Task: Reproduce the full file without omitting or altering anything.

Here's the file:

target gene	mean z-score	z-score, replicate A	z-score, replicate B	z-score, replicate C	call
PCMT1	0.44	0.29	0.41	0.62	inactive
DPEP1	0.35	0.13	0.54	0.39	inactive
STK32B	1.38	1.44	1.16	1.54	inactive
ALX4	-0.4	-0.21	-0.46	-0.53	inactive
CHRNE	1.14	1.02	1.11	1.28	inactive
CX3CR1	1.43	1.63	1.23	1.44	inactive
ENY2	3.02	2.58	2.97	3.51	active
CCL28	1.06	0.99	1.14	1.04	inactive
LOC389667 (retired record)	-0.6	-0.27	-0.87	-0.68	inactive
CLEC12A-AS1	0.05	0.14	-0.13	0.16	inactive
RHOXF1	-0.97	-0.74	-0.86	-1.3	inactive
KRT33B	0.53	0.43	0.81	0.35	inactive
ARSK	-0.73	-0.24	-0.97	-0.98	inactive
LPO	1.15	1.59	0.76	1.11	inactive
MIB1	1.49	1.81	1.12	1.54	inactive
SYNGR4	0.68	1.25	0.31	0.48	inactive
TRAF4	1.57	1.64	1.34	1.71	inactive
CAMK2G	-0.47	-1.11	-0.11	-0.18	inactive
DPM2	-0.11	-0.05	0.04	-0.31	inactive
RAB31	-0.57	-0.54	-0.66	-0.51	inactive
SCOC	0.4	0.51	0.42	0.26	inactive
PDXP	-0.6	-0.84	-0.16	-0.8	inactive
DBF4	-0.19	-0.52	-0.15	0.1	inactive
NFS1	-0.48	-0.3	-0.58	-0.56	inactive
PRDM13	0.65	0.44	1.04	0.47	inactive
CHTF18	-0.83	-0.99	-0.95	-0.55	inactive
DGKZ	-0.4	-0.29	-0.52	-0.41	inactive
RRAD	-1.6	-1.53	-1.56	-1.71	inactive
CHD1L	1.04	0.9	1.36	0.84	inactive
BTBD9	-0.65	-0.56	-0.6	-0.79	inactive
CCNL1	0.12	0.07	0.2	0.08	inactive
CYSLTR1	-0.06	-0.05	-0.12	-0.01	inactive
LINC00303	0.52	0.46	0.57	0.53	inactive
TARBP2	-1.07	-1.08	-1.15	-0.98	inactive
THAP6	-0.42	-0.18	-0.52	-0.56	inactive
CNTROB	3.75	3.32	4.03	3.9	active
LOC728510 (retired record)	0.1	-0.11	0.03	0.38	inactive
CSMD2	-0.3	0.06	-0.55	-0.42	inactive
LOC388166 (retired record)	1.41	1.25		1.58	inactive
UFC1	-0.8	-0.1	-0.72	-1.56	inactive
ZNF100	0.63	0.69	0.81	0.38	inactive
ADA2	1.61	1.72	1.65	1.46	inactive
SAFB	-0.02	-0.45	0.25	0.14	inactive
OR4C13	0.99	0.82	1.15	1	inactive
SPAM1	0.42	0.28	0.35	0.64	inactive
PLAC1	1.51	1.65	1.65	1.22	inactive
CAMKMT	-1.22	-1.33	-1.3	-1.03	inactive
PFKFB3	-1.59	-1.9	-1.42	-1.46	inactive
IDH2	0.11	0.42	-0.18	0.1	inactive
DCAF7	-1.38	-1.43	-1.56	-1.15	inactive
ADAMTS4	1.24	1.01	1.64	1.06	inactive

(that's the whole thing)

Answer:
target gene	mean z-score	z-score, replicate A	z-score, replicate B	z-score, replicate C	call
PCMT1	0.44	0.29	0.41	0.62	inactive
DPEP1	0.35	0.13	0.54	0.39	inactive
STK32B	1.38	1.44	1.16	1.54	inactive
ALX4	-0.4	-0.21	-0.46	-0.53	inactive
CHRNE	1.14	1.02	1.11	1.28	inactive
CX3CR1	1.43	1.63	1.23	1.44	inactive
ENY2	3.02	2.58	2.97	3.51	active
CCL28	1.06	0.99	1.14	1.04	inactive
LOC389667 (retired record)	-0.6	-0.27	-0.87	-0.68	inactive
CLEC12A-AS1	0.05	0.14	-0.13	0.16	inactive
RHOXF1	-0.97	-0.74	-0.86	-1.3	inactive
KRT33B	0.53	0.43	0.81	0.35	inactive
ARSK	-0.73	-0.24	-0.97	-0.98	inactive
LPO	1.15	1.59	0.76	1.11	inactive
MIB1	1.49	1.81	1.12	1.54	inactive
SYNGR4	0.68	1.25	0.31	0.48	inactive
TRAF4	1.57	1.64	1.34	1.71	inactive
CAMK2G	-0.47	-1.11	-0.11	-0.18	inactive
DPM2	-0.11	-0.05	0.04	-0.31	inactive
RAB31	-0.57	-0.54	-0.66	-0.51	inactive
SCOC	0.4	0.51	0.42	0.26	inactive
PDXP	-0.6	-0.84	-0.16	-0.8	inactive
DBF4	-0.19	-0.52	-0.15	0.1	inactive
NFS1	-0.48	-0.3	-0.58	-0.56	inactive
PRDM13	0.65	0.44	1.04	0.47	inactive
CHTF18	-0.83	-0.99	-0.95	-0.55	inactive
DGKZ	-0.4	-0.29	-0.52	-0.41	inactive
RRAD	-1.6	-1.53	-1.56	-1.71	inactive
CHD1L	1.04	0.9	1.36	0.84	inactive
BTBD9	-0.65	-0.56	-0.6	-0.79	inactive
CCNL1	0.12	0.07	0.2	0.08	inactive
CYSLTR1	-0.06	-0.05	-0.12	-0.01	inactive
LINC00303	0.52	0.46	0.57	0.53	inactive
TARBP2	-1.07	-1.08	-1.15	-0.98	inactive
THAP6	-0.42	-0.18	-0.52	-0.56	inactive
CNTROB	3.75	3.32	4.03	3.9	active
LOC728510 (retired record)	0.1	-0.11	0.03	0.38	inactive
CSMD2	-0.3	0.06	-0.55	-0.42	inactive
LOC388166 (retired record)	1.41	1.25		1.58	inactive
UFC1	-0.8	-0.1	-0.72	-1.56	inactive
ZNF100	0.63	0.69	0.81	0.38	inactive
ADA2	1.61	1.72	1.65	1.46	inactive
SAFB	-0.02	-0.45	0.25	0.14	inactive
OR4C13	0.99	0.82	1.15	1	inactive
SPAM1	0.42	0.28	0.35	0.64	inactive
PLAC1	1.51	1.65	1.65	1.22	inactive
CAMKMT	-1.22	-1.33	-1.3	-1.03	inactive
PFKFB3	-1.59	-1.9	-1.42	-1.46	inactive
IDH2	0.11	0.42	-0.18	0.1	inactive
DCAF7	-1.38	-1.43	-1.56	-1.15	inactive
ADAMTS4	1.24	1.01	1.64	1.06	inactive